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Victory Day Parade - 09 May

Captive German military banners and standards are being flung down in dishonour at the Victors' feet after the Great Victory Parade on the Red Square in Moscow on the 24th of June 1945. Victory Day marks the final surrender by Nazi Germany to the U.S.S.R. in WWII, often referred to as the Great Patriotic War in Russia and other states in the former Soviet Union. The first Victory Parade was held on Red Square on June 24, 1945 on the order of the then-Supreme Commander-in-Chief, Joseph Stalin. With 265 meters of paving stones; 116 steps per minute; 70 centimeters per step - the arithmetic behind the annual military parade dedicated to the Soviet and Allied victory against Nazi Germany has been consistent for decades now. Still, each year has seen the introduction of something new. It is necessary to clarify that only two decades later in 1965 did the day of May 9 become the official Victory Day.

Nothing beat the original Victory Day parade, marked on June 24, 1945. The ceremony was the largest ever held, featuring some 40,000 troops and 1,850 pieces of military hardware. Marshals Georgy Zhukov and Konstantin Rokossovsky road through Red Square on white and black stallions. Soviet leader Josef Stalin, soldiers, officers and foreign dignitaries presided over the parade from atop Lenin's Mausoleum. The parade included the famous moment when Red Army troops threw Nazi banners down before the Mausoleum, including the banner of the 1st SS Division Leibstandarte SS Adolf Hitler, Hitler's personal bodyguard.

On May 9, 1965, on the 20th anniversary of victory and under the personal initiative of Soviet General Secretary Leonid Brezhnev, himself a war veteran, Moscow saw its first Victory Day parade in 20 years. The 1965 parade was the first to see the carrying of the Banner of Victory hoisted above the Reichstag on May 1, 1945. The same day, Moscow, Leningrad, Odessa, Sevastopol, Volgograd (Stalingrad), and Kiev all officially received the title of Hero City.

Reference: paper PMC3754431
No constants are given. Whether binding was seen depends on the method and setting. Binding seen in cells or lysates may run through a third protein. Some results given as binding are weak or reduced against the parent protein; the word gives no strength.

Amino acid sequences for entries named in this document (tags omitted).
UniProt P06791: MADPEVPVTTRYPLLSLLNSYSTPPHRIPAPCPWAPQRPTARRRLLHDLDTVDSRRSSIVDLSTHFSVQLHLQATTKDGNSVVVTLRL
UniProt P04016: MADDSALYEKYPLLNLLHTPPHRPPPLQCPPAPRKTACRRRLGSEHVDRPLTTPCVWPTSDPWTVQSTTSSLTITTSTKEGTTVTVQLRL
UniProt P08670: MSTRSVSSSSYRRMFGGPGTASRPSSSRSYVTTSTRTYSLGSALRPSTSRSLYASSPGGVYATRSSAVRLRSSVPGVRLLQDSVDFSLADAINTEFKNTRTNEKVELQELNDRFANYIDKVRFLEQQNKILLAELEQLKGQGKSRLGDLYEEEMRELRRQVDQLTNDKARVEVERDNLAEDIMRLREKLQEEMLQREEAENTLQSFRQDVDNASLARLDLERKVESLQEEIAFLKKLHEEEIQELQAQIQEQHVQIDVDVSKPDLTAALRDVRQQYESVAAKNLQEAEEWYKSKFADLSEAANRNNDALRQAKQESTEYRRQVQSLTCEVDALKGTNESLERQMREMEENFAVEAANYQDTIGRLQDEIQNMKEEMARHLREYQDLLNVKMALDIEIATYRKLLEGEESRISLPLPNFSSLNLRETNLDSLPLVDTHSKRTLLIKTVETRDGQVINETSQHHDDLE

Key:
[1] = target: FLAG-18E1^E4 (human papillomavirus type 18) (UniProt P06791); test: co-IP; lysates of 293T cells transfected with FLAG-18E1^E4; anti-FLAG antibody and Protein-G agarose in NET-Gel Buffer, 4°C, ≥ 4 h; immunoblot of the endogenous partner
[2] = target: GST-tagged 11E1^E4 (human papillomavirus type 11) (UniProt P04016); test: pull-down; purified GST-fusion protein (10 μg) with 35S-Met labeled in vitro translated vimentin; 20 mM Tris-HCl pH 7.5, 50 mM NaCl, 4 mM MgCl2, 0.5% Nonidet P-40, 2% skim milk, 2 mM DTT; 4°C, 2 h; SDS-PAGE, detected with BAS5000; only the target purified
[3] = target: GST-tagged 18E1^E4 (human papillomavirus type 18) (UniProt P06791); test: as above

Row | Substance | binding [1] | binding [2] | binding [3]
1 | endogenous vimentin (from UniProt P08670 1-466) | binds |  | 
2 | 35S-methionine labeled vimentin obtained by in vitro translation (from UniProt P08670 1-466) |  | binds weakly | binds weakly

Victory Parades in honor of the feat of Russian people in the Great Patriotic War began only on the anniversary dates, they were held in 1985 and 1990. On May 9, 1985, newly chosen Soviet leader Mikhail Gorbachev presided over the grandest Victory Day parade since 1945. The celebration had it all: veterans of the 1945 parade marching along Red Square's paving stones, partisans, workers of labor fronts, Polish and Czechoslovakian veterans, modern troops, some in historical costumes, historical and modern weapons systems.

On May 19, 1995, the State Duma passed a law authorizing the use during the parades of the symbols of the Soviet Union and the Great Patriotic War. From this moment, the parades timed to the celebration of the Victory Day were held annually. In honor of the 50th anniversary of the Great Victory, the tradition of holding celebrations and parades in hero cities revived.

But at the same time participation of military equipment that inflicted great damage on their infrastructure was ruled out. In the same year, Poklonnaya Gora hosted demonstration performances, where new models of military vehicles and equipment were demonstrated. A few columns of war veterans passed through the main square of the country.

In 1995, the fiftieth anniversary of victory was marked in an unconventional way. Roughly 5,000 veterans from all across the former Soviet Union from marched through Red Square, where, for the first time, they were greeted by multiple foreign guests US President Bill Clinton, British Prime Minister John Major, Canadian Prime Minister Jean Chretien, Chinese leader Jiang Zemin, UN Secretary General Boutros Boutros-Ghali, and others. Due to the construction of the Okhotny Ryad shopping center on Manezh Square, the heavy equipment and airborne component of the parade was moved to Poklonnaya Hill, where the Great Patriotic War museum whose construction began in 1987 was finally opened. The parade took place at a very difficult time in Russia's history, following the catastrophic collapse of its economy, defeat in the war in Chechnya, and the disintegration of Soviet-era alliances across the globe. On a positive note, it was this year that the Victory Day parade became an annual tradition.